Re: Hacking your own motivational and emotional systems, how dangerous?

From: Norman Noman (
Date: Fri Oct 26 2007 - 00:08:55 MDT

On 10/25/07, Robin Brandt <> wrote:

> The most important thing being to replace my Darwinian supergoal with
> a more high level ethical goal, consistent with my worldview, which is
> of course somehow the product of my supergoal, but without having
> replaced it.

So, you want to replace your darwinian supergoal without replacing it. You
want I should check your blinker light fluid while I'm at it?

Folks, there is no "darwinian supergoal" anywhere in your brain. It's true
that we're evolved to eat because eating > survival > reproduction > more
copies of the old genetic code, but this is not part of our actual human
volition to any significant degree. Eating is programmed in us as an end
unto itself. When an amoeba moves towards a heat source, it's not thinking
"this will improve my chances of reproduction". It's not even thinking that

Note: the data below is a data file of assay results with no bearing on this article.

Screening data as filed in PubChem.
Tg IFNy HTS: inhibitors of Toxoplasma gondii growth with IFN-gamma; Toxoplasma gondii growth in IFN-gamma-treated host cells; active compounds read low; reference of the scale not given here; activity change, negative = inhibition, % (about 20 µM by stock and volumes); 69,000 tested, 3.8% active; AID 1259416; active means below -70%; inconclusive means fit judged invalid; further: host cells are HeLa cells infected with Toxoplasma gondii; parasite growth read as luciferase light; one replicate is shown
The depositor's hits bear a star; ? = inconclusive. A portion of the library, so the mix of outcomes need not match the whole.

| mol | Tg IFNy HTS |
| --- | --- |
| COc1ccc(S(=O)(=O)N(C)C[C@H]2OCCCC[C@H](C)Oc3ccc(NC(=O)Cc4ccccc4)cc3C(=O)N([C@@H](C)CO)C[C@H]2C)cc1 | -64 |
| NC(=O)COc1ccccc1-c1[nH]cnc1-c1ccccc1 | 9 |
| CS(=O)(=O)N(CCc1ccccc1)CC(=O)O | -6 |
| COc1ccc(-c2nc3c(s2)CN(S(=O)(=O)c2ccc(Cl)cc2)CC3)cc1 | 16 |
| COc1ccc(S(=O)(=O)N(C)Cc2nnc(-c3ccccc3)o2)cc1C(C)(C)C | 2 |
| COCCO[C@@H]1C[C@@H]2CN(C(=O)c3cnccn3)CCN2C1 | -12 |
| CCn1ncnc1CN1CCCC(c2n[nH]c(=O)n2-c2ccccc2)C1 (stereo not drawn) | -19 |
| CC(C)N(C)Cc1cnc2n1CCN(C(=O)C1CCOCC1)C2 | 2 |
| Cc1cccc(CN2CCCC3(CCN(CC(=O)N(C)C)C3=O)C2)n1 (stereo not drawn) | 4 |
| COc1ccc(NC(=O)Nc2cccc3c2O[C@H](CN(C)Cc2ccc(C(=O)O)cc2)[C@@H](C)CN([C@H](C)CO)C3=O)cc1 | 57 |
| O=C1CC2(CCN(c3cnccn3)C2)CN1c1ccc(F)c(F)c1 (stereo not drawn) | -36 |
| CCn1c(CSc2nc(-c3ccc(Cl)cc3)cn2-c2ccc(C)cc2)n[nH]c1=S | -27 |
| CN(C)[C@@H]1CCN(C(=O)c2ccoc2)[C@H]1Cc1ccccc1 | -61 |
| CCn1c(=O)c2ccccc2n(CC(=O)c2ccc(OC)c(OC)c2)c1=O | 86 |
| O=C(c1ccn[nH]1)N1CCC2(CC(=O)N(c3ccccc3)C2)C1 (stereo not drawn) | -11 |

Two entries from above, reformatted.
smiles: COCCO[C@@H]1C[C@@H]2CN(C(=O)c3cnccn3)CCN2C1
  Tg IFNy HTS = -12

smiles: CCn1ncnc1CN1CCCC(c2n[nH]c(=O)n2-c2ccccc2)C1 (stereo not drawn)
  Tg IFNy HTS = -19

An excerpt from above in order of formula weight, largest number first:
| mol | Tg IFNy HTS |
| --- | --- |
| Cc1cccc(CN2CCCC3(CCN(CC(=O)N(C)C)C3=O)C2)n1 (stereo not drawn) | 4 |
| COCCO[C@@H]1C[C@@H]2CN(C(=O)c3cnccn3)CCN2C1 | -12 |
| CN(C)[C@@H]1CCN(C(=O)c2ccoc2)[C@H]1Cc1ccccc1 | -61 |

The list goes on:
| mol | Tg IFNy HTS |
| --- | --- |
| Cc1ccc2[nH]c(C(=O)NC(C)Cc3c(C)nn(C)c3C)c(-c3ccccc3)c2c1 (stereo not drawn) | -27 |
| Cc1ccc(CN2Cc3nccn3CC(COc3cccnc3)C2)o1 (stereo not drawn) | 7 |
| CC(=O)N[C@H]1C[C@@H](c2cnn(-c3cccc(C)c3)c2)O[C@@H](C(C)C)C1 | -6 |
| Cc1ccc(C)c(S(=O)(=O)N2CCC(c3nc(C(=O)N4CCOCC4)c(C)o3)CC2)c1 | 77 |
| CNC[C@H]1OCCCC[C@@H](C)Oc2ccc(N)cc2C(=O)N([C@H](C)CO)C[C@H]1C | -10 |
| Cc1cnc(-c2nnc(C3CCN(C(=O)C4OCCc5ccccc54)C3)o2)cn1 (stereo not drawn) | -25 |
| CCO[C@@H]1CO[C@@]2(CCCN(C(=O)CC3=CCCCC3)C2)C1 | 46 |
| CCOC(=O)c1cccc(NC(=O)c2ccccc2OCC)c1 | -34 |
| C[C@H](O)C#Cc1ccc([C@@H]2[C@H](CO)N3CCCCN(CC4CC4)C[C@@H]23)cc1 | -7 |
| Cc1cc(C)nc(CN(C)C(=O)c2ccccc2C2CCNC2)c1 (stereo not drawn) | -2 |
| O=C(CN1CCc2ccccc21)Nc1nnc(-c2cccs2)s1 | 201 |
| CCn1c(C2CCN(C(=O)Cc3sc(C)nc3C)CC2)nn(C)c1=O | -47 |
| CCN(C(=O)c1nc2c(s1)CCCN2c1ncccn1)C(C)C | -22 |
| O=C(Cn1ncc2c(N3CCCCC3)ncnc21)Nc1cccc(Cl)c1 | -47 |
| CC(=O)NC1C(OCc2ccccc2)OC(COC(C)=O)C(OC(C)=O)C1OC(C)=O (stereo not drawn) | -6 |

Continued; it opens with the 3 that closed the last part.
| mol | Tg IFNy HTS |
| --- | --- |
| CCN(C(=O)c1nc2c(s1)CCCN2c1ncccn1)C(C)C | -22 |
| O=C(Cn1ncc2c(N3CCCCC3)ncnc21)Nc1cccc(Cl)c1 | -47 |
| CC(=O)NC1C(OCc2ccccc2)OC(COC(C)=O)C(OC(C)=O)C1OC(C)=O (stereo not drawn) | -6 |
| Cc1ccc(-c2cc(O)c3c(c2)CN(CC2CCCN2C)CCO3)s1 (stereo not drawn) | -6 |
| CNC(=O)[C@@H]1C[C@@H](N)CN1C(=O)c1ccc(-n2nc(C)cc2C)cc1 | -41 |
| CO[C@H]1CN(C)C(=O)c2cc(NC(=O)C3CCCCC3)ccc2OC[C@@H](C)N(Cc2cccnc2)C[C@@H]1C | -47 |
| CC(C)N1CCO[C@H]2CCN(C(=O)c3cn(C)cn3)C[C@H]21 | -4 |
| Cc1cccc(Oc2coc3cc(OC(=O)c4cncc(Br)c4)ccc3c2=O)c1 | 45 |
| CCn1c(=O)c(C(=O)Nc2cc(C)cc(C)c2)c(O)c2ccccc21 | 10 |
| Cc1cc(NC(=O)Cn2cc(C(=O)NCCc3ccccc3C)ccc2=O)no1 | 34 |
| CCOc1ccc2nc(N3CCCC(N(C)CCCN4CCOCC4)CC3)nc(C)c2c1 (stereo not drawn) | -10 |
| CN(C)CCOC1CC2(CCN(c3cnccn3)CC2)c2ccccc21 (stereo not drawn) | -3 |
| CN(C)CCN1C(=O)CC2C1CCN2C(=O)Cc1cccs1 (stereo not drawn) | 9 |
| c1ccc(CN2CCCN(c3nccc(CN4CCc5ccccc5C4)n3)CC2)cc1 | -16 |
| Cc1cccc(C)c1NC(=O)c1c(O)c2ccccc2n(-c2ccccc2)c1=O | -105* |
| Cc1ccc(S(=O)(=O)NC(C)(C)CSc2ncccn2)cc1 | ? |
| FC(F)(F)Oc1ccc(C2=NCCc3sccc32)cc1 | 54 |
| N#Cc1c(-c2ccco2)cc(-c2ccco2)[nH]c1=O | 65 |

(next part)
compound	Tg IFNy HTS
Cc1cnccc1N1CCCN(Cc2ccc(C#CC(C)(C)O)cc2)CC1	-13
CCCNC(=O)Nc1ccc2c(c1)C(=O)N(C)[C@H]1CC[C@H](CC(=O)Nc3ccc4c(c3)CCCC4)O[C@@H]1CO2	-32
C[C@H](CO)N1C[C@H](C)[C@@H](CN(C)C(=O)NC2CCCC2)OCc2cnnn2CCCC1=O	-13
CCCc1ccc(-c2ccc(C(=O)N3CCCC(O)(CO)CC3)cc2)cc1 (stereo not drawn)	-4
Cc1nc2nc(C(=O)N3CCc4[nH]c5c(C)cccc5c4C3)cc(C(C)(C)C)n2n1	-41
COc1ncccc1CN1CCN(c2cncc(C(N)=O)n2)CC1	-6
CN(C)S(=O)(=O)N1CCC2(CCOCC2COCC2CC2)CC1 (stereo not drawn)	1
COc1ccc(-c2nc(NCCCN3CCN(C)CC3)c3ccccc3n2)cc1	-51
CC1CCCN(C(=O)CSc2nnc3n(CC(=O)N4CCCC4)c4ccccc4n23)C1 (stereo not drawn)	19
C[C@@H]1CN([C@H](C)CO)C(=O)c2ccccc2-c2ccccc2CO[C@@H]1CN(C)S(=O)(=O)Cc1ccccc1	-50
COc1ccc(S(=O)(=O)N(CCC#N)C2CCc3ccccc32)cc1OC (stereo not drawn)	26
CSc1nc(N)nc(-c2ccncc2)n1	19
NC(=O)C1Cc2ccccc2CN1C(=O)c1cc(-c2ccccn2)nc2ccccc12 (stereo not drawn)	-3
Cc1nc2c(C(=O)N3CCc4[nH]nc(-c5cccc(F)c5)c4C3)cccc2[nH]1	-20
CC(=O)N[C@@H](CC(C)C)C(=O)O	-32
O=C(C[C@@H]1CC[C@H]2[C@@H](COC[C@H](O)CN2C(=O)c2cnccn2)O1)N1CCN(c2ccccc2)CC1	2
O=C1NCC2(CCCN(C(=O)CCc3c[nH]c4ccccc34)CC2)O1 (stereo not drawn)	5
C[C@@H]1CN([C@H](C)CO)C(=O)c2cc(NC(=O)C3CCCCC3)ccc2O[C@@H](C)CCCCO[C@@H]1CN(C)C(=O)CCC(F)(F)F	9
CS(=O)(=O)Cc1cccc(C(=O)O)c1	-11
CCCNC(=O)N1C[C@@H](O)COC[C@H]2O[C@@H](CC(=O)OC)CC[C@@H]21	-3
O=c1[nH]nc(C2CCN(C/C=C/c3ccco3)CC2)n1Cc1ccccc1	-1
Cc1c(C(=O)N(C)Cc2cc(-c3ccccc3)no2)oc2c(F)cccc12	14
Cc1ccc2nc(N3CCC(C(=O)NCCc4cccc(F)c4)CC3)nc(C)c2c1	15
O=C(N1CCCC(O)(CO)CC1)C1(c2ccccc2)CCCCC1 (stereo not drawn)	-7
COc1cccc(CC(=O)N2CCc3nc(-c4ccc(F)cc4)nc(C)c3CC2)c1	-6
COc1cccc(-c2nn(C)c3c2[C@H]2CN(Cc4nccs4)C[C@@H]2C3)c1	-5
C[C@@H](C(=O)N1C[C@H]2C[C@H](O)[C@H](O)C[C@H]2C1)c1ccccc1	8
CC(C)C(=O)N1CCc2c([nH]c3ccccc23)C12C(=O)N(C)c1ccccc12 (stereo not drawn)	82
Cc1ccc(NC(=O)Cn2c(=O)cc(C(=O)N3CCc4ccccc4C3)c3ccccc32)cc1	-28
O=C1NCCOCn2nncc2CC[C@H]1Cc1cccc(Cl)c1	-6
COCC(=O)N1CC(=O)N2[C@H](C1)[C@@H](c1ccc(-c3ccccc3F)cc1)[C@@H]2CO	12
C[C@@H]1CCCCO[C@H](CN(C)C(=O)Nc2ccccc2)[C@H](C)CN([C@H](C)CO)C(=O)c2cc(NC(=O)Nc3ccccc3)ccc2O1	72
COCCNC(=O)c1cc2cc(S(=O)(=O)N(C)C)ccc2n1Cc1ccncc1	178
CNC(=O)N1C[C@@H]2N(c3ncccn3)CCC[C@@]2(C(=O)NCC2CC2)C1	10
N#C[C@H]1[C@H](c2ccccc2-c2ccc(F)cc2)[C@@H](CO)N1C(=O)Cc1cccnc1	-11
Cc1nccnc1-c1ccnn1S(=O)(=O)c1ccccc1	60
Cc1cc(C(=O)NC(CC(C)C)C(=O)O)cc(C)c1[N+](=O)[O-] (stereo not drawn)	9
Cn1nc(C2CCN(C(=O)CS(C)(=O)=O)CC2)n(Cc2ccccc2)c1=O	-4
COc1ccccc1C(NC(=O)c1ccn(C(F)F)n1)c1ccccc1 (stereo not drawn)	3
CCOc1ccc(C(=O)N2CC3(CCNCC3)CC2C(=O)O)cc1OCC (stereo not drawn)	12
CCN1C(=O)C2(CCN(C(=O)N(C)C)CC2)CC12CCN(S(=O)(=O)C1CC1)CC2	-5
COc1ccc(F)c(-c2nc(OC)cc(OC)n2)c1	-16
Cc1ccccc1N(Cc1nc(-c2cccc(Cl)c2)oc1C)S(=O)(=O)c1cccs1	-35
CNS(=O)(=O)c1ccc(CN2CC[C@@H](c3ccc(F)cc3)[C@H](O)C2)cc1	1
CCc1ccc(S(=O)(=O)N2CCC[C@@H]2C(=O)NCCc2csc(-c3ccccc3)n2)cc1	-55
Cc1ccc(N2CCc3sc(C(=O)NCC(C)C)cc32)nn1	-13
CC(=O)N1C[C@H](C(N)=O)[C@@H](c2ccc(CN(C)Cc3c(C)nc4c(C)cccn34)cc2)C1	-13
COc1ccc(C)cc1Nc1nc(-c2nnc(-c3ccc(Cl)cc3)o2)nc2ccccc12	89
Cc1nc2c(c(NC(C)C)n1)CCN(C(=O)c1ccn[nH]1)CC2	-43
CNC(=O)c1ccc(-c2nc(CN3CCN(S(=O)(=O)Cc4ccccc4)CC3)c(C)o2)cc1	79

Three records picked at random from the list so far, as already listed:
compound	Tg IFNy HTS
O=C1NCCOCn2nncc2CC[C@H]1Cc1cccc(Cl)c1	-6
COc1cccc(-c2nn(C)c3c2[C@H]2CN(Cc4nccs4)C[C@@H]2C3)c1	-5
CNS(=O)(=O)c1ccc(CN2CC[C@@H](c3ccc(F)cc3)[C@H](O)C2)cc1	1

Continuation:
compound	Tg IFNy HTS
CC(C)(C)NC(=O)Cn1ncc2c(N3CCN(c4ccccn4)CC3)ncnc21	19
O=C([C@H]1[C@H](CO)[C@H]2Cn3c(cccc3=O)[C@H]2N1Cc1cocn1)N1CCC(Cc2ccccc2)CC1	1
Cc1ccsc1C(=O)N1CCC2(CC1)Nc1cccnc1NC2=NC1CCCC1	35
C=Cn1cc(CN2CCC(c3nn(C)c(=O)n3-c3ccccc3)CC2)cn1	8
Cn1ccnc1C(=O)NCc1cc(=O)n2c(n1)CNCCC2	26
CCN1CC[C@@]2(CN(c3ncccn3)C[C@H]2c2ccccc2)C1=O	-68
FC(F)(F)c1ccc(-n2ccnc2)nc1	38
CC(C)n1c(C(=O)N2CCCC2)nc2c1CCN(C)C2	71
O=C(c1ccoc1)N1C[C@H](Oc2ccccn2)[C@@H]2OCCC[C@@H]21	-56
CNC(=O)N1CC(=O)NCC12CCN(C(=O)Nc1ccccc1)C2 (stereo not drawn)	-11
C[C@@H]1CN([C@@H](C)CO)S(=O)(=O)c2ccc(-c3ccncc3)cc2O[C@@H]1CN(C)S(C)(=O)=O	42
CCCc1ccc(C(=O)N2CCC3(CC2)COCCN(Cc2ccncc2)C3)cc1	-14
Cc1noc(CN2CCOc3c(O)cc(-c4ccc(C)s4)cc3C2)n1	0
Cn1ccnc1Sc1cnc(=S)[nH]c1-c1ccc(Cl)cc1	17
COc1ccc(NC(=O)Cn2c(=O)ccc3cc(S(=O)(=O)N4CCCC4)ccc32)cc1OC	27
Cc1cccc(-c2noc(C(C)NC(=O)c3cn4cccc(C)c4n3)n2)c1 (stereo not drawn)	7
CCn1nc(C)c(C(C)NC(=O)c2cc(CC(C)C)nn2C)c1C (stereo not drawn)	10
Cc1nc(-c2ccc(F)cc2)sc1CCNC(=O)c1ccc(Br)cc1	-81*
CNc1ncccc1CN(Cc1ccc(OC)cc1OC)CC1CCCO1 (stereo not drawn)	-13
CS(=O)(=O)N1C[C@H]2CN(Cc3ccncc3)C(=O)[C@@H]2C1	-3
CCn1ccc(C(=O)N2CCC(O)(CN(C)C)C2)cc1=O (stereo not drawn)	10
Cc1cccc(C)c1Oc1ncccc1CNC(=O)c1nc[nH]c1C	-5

SUBCONSCIOUSLY. And neither are we, when we move toward heat sources.

A person's supergoal (or utility function, i believe is now the more
accepted term), to the extent that it can be defined at all, is a constantly
changing, incoherent, paradoxically self-referential mess. What you would
get if you let it re-write itself depends to an enormous extent on the
details of the proceedure, and the specific state of mind you started with.
Give a curious person the tools and they'll become a knowledge-eater, give
an angry person the tools and they'll become an engine of destruction, give
a paranoid person the tools and they'll become a paranoid person with no
remaining desire to change in any way.

I see no "fair" way to iron this out. It's a chaotic system. If you let it
out, you get chaos.

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